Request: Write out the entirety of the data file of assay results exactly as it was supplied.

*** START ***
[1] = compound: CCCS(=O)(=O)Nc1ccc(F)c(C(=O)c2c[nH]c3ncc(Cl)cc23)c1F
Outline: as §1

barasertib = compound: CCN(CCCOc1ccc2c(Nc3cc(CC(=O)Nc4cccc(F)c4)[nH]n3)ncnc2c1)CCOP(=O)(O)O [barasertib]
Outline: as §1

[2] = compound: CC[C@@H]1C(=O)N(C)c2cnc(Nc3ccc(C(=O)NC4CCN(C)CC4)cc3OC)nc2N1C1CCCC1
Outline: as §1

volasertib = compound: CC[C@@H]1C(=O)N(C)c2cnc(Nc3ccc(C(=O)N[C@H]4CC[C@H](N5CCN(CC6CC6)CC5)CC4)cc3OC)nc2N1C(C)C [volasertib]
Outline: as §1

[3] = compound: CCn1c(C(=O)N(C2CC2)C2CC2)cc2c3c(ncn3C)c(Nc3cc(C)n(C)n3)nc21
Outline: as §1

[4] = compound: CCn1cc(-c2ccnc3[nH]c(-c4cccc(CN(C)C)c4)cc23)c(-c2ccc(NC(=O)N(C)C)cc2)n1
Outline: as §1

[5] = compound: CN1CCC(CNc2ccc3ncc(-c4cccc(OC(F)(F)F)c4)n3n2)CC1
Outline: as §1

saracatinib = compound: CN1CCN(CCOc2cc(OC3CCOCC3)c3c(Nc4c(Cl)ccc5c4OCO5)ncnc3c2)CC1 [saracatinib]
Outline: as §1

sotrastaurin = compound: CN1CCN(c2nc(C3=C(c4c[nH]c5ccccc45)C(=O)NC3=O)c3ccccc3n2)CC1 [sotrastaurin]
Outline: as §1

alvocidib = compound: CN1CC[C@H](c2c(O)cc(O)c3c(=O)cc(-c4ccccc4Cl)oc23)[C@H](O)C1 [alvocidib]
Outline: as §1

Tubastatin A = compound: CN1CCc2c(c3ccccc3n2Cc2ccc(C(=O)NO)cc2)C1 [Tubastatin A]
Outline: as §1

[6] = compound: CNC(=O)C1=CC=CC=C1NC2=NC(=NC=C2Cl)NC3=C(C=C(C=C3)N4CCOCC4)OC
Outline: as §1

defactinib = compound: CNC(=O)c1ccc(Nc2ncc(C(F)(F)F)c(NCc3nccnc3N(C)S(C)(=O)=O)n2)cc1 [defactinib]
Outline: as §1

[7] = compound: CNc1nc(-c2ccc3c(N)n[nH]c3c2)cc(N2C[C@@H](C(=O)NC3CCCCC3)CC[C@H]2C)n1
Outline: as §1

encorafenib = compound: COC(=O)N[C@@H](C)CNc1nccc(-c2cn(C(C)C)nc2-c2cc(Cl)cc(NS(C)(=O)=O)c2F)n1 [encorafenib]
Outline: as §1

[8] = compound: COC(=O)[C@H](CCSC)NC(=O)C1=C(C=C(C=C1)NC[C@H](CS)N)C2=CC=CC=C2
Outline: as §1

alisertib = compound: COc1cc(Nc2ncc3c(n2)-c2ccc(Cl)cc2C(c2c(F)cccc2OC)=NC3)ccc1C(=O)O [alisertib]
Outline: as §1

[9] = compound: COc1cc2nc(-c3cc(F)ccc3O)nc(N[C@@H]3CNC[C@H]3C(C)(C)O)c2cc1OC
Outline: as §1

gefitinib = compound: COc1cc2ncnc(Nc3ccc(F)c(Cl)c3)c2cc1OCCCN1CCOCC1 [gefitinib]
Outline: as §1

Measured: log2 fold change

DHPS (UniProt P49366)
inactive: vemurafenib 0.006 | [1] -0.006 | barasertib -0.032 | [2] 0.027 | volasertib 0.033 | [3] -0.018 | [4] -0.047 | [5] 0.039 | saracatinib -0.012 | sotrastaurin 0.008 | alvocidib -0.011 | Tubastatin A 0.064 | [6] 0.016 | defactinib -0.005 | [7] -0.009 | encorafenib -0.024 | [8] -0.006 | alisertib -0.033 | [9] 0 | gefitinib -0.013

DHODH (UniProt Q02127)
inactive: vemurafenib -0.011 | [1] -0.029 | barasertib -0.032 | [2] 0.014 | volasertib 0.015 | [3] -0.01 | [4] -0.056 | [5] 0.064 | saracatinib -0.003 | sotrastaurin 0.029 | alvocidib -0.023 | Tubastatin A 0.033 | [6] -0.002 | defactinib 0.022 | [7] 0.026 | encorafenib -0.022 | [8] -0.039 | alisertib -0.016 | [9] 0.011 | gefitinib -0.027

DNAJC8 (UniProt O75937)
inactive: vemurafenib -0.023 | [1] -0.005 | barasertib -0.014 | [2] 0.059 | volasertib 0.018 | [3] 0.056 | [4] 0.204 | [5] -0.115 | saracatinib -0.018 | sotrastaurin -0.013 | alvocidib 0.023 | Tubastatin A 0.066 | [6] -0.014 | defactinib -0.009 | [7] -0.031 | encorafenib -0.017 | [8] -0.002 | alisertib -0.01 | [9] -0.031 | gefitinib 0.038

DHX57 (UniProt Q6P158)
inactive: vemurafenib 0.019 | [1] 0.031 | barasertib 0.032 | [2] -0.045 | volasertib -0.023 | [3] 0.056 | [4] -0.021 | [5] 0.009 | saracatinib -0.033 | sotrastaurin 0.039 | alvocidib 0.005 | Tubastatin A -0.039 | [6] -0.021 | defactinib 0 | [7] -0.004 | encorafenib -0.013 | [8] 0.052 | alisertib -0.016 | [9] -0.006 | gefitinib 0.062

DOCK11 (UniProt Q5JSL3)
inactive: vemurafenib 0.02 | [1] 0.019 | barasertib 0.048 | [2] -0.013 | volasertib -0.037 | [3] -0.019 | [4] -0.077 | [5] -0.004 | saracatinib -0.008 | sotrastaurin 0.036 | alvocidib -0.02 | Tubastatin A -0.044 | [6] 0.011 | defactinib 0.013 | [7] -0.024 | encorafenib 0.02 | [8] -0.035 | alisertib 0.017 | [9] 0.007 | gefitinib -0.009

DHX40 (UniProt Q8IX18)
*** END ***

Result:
[1] = compound: CCCS(=O)(=O)Nc1ccc(F)c(C(=O)c2c[nH]c3ncc(Cl)cc23)c1F
Outline: as §1

barasertib = compound: CCN(CCCOc1ccc2c(Nc3cc(CC(=O)Nc4cccc(F)c4)[nH]n3)ncnc2c1)CCOP(=O)(O)O [barasertib]
Outline: as §1

[2] = compound: CC[C@@H]1C(=O)N(C)c2cnc(Nc3ccc(C(=O)NC4CCN(C)CC4)cc3OC)nc2N1C1CCCC1
Outline: as §1

volasertib = compound: CC[C@@H]1C(=O)N(C)c2cnc(Nc3ccc(C(=O)N[C@H]4CC[C@H](N5CCN(CC6CC6)CC5)CC4)cc3OC)nc2N1C(C)C [volasertib]
Outline: as §1

[3] = compound: CCn1c(C(=O)N(C2CC2)C2CC2)cc2c3c(ncn3C)c(Nc3cc(C)n(C)n3)nc21
Outline: as §1

[4] = compound: CCn1cc(-c2ccnc3[nH]c(-c4cccc(CN(C)C)c4)cc23)c(-c2ccc(NC(=O)N(C)C)cc2)n1
Outline: as §1

[5] = compound: CN1CCC(CNc2ccc3ncc(-c4cccc(OC(F)(F)F)c4)n3n2)CC1
Outline: as §1

saracatinib = compound: CN1CCN(CCOc2cc(OC3CCOCC3)c3c(Nc4c(Cl)ccc5c4OCO5)ncnc3c2)CC1 [saracatinib]
Outline: as §1

sotrastaurin = compound: CN1CCN(c2nc(C3=C(c4c[nH]c5ccccc45)C(=O)NC3=O)c3ccccc3n2)CC1 [sotrastaurin]
Outline: as §1

alvocidib = compound: CN1CC[C@H](c2c(O)cc(O)c3c(=O)cc(-c4ccccc4Cl)oc23)[C@H](O)C1 [alvocidib]
Outline: as §1

Tubastatin A = compound: CN1CCc2c(c3ccccc3n2Cc2ccc(C(=O)NO)cc2)C1 [Tubastatin A]
Outline: as §1

[6] = compound: CNC(=O)C1=CC=CC=C1NC2=NC(=NC=C2Cl)NC3=C(C=C(C=C3)N4CCOCC4)OC
Outline: as §1

defactinib = compound: CNC(=O)c1ccc(Nc2ncc(C(F)(F)F)c(NCc3nccnc3N(C)S(C)(=O)=O)n2)cc1 [defactinib]
Outline: as §1

[7] = compound: CNc1nc(-c2ccc3c(N)n[nH]c3c2)cc(N2C[C@@H](C(=O)NC3CCCCC3)CC[C@H]2C)n1
Outline: as §1

encorafenib = compound: COC(=O)N[C@@H](C)CNc1nccc(-c2cn(C(C)C)nc2-c2cc(Cl)cc(NS(C)(=O)=O)c2F)n1 [encorafenib]
Outline: as §1

[8] = compound: COC(=O)[C@H](CCSC)NC(=O)C1=C(C=C(C=C1)NC[C@H](CS)N)C2=CC=CC=C2
Outline: as §1

alisertib = compound: COc1cc(Nc2ncc3c(n2)-c2ccc(Cl)cc2C(c2c(F)cccc2OC)=NC3)ccc1C(=O)O [alisertib]
Outline: as §1

[9] = compound: COc1cc2nc(-c3cc(F)ccc3O)nc(N[C@@H]3CNC[C@H]3C(C)(C)O)c2cc1OC
Outline: as §1

gefitinib = compound: COc1cc2ncnc(Nc3ccc(F)c(Cl)c3)c2cc1OCCCN1CCOCC1 [gefitinib]
Outline: as §1

Measured: log2 fold change

DHPS (UniProt P49366)
inactive: vemurafenib 0.006 | [1] -0.006 | barasertib -0.032 | [2] 0.027 | volasertib 0.033 | [3] -0.018 | [4] -0.047 | [5] 0.039 | saracatinib -0.012 | sotrastaurin 0.008 | alvocidib -0.011 | Tubastatin A 0.064 | [6] 0.016 | defactinib -0.005 | [7] -0.009 | encorafenib -0.024 | [8] -0.006 | alisertib -0.033 | [9] 0 | gefitinib -0.013

DHODH (UniProt Q02127)
inactive: vemurafenib -0.011 | [1] -0.029 | barasertib -0.032 | [2] 0.014 | volasertib 0.015 | [3] -0.01 | [4] -0.056 | [5] 0.064 | saracatinib -0.003 | sotrastaurin 0.029 | alvocidib -0.023 | Tubastatin A 0.033 | [6] -0.002 | defactinib 0.022 | [7] 0.026 | encorafenib -0.022 | [8] -0.039 | alisertib -0.016 | [9] 0.011 | gefitinib -0.027

DNAJC8 (UniProt O75937)
inactive: vemurafenib -0.023 | [1] -0.005 | barasertib -0.014 | [2] 0.059 | volasertib 0.018 | [3] 0.056 | [4] 0.204 | [5] -0.115 | saracatinib -0.018 | sotrastaurin -0.013 | alvocidib 0.023 | Tubastatin A 0.066 | [6] -0.014 | defactinib -0.009 | [7] -0.031 | encorafenib -0.017 | [8] -0.002 | alisertib -0.01 | [9] -0.031 | gefitinib 0.038

DHX57 (UniProt Q6P158)
inactive: vemurafenib 0.019 | [1] 0.031 | barasertib 0.032 | [2] -0.045 | volasertib -0.023 | [3] 0.056 | [4] -0.021 | [5] 0.009 | saracatinib -0.033 | sotrastaurin 0.039 | alvocidib 0.005 | Tubastatin A -0.039 | [6] -0.021 | defactinib 0 | [7] -0.004 | encorafenib -0.013 | [8] 0.052 | alisertib -0.016 | [9] -0.006 | gefitinib 0.062

DOCK11 (UniProt Q5JSL3)
inactive: vemurafenib 0.02 | [1] 0.019 | barasertib 0.048 | [2] -0.013 | volasertib -0.037 | [3] -0.019 | [4] -0.077 | [5] -0.004 | saracatinib -0.008 | sotrastaurin 0.036 | alvocidib -0.02 | Tubastatin A -0.044 | [6] 0.011 | defactinib 0.013 | [7] -0.024 | encorafenib 0.02 | [8] -0.035 | alisertib 0.017 | [9] 0.007 | gefitinib -0.009

DHX40 (UniProt Q8IX18)